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, 7 (1), e28033

Early Induction of Oxidative Stress in Mouse Model of Alzheimer Disease With Reduced Mitochondrial Superoxide Dismutase Activity

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Early Induction of Oxidative Stress in Mouse Model of Alzheimer Disease With Reduced Mitochondrial Superoxide Dismutase Activity

Hyun-Pil Lee et al. PLoS One.

Abstract

While oxidative stress has been linked to Alzheimer's disease, the underlying pathophysiological relationship is unclear. To examine this relationship, we induced oxidative stress through the genetic ablation of one copy of mitochondrial antioxidant superoxide dismutase 2 (Sod2) allele in mutant human amyloid precursor protein (hAPP) transgenic mice. The brains of young (5-7 months of age) and old (25-30 months of age) mice with the four genotypes, wild-type (Sod2(+/+)), hemizygous Sod2 (Sod2(+/-)), hAPP/wild-type (Sod2(+/+)), and hAPP/hemizygous (Sod2(+/-)) were examined to assess levels of oxidative stress markers 4-hydroxy-2-nonenal and heme oxygenase-1. Sod2 reduction in young hAPP mice resulted in significantly increased oxidative stress in the pyramidal neurons of the hippocampus. Interestingly, while differences resulting from hAPP expression or Sod2 reduction were not apparent in the neurons in old mice, oxidative stress was increased in astrocytes in old, but not young hAPP mice with either Sod2(+/+) or Sod2(+/-). Our study shows the specific changes in oxidative stress and the causal relationship with the pathological progression of these mice. These results suggest that the early neuronal susceptibility to oxidative stress in the hAPP/Sod2(+/-) mice may contribute to the pathological and behavioral changes seen in this animal model.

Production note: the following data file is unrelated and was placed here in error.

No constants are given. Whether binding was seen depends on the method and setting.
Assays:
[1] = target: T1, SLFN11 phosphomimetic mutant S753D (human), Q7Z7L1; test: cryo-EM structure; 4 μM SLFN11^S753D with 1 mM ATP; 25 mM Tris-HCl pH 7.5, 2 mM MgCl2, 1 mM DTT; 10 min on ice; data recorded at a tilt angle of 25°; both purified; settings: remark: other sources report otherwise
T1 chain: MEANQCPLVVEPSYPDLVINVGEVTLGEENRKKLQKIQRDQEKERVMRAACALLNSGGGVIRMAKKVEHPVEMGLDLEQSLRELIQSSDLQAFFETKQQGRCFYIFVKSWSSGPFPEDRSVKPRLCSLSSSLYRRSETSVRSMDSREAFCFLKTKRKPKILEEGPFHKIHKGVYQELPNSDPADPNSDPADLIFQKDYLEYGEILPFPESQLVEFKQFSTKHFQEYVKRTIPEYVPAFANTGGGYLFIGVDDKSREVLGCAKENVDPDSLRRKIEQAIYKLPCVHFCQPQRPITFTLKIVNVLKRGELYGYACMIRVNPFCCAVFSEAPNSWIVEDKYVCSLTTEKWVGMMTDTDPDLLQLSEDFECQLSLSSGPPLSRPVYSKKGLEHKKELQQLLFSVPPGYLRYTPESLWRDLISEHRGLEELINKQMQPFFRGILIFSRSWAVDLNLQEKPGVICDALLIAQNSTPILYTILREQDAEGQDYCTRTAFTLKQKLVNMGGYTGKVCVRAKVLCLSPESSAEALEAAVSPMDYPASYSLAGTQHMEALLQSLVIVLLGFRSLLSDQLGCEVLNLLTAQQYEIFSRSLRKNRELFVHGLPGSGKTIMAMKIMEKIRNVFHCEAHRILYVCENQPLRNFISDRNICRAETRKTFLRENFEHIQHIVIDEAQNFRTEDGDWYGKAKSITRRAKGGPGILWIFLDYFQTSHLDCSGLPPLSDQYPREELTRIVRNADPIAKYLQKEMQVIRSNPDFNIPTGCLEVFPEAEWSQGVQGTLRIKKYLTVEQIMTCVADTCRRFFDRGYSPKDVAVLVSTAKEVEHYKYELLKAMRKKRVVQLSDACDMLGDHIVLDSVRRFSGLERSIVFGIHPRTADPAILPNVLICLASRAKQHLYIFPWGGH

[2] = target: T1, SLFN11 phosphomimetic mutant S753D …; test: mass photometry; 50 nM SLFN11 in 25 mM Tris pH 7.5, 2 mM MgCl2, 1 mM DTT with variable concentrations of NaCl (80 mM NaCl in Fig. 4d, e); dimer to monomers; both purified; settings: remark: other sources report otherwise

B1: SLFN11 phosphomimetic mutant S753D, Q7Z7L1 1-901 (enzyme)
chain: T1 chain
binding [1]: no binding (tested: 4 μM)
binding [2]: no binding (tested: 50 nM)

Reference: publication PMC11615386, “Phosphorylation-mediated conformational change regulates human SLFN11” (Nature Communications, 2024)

Conflict of interest statement

Competing Interests: The authors have declared that no competing interests exist.

Figures

Figure 1
Figure 1. Sod2 reduction, in synergy with hAPP/Aβ expression, results in increased levels of the lipid peroxidation product HNE, in young (5–7 month-old) mice.
Pyramidal neurons in the CA1 region of the hippocampus exhibit similar levels of HNE immunostaining in the hAPP-/Sod2+/+ (A), hAPP-/Sod2+/− (B), and the hAPP+/Sod2+/+ (C) mice, whereas the hAPP+/Sod2+/− mice exhibit increased levels of HNE (D). Quantification of the intensity of the neuronal HNE levels using densitometric analysis reveals the hAPP+/Sod2+/− mice have significantly higher levels of neuronal HNE adducts as compared to hAPP+/Sod2+/+, as well as the hAPP-/Sod2+/+, hAPP-/Sod2+/− mice (E). Bars represent mean + SEM, n = 5−7 per group *p<0.05, **p<0.01 by one-way ANOVA + Tukey Kramer post hoc analysis. ***p<0.05 by a one-tailed student's t-test.
Figure 2
Figure 2. Neuronal HO-1 immunostaining in the pyramidal cells of the hippocampus of young (5–7 month-old) mice (A–D).
Densitometric quantitation demonstrates that HO-1 levels tend to be higher in Sod2+/− and hAPP/Sod2+/− mice relative to mice with normal Sod2 levels (Sod+/+ and hAPP/Sod2+/+) (E). Bars represent the mean + SEM, n = 5−7 per group.
Figure 3
Figure 3. Immunostaining and densitometric quantification of HNE(A) and HO-1 (B) in pyramidal neurons in old (25–30 month-old) mice shows that these oxidative stress markers tend to increase slightly with APP/Aβ expression, although levels are not affected by reduction of Sod2 activity.
Bars represent the mean + SEM, n = 5−7 per group.
Figure 4
Figure 4. High magnification images of the double immunofluorescence staining in the hippocampus of Sod2+/−, hAPP/Sod2+/+, and hAPP/Sod2+/− mice at 25–30 months of age using antibodies against GFAP (Green fluorescence), HNE (Red fluorescence in A), and HO-1 (Red fluorescence in B).
In Sod2+/− mice there is a moderate level of astrocytic (GFAP) staining, and moderate levels of HNE (A) or HO-1 (B) localized to glial cells (Merged images). In hAPP/Sod2+/+ and hAPP/Sod2+/− mice there is extensive plaque formation (Asterisk), striking increases in levels of glial HNE(A), and HO-1 (B) relative to mice without hAPP/Aβ expression. The magnification is 20×.

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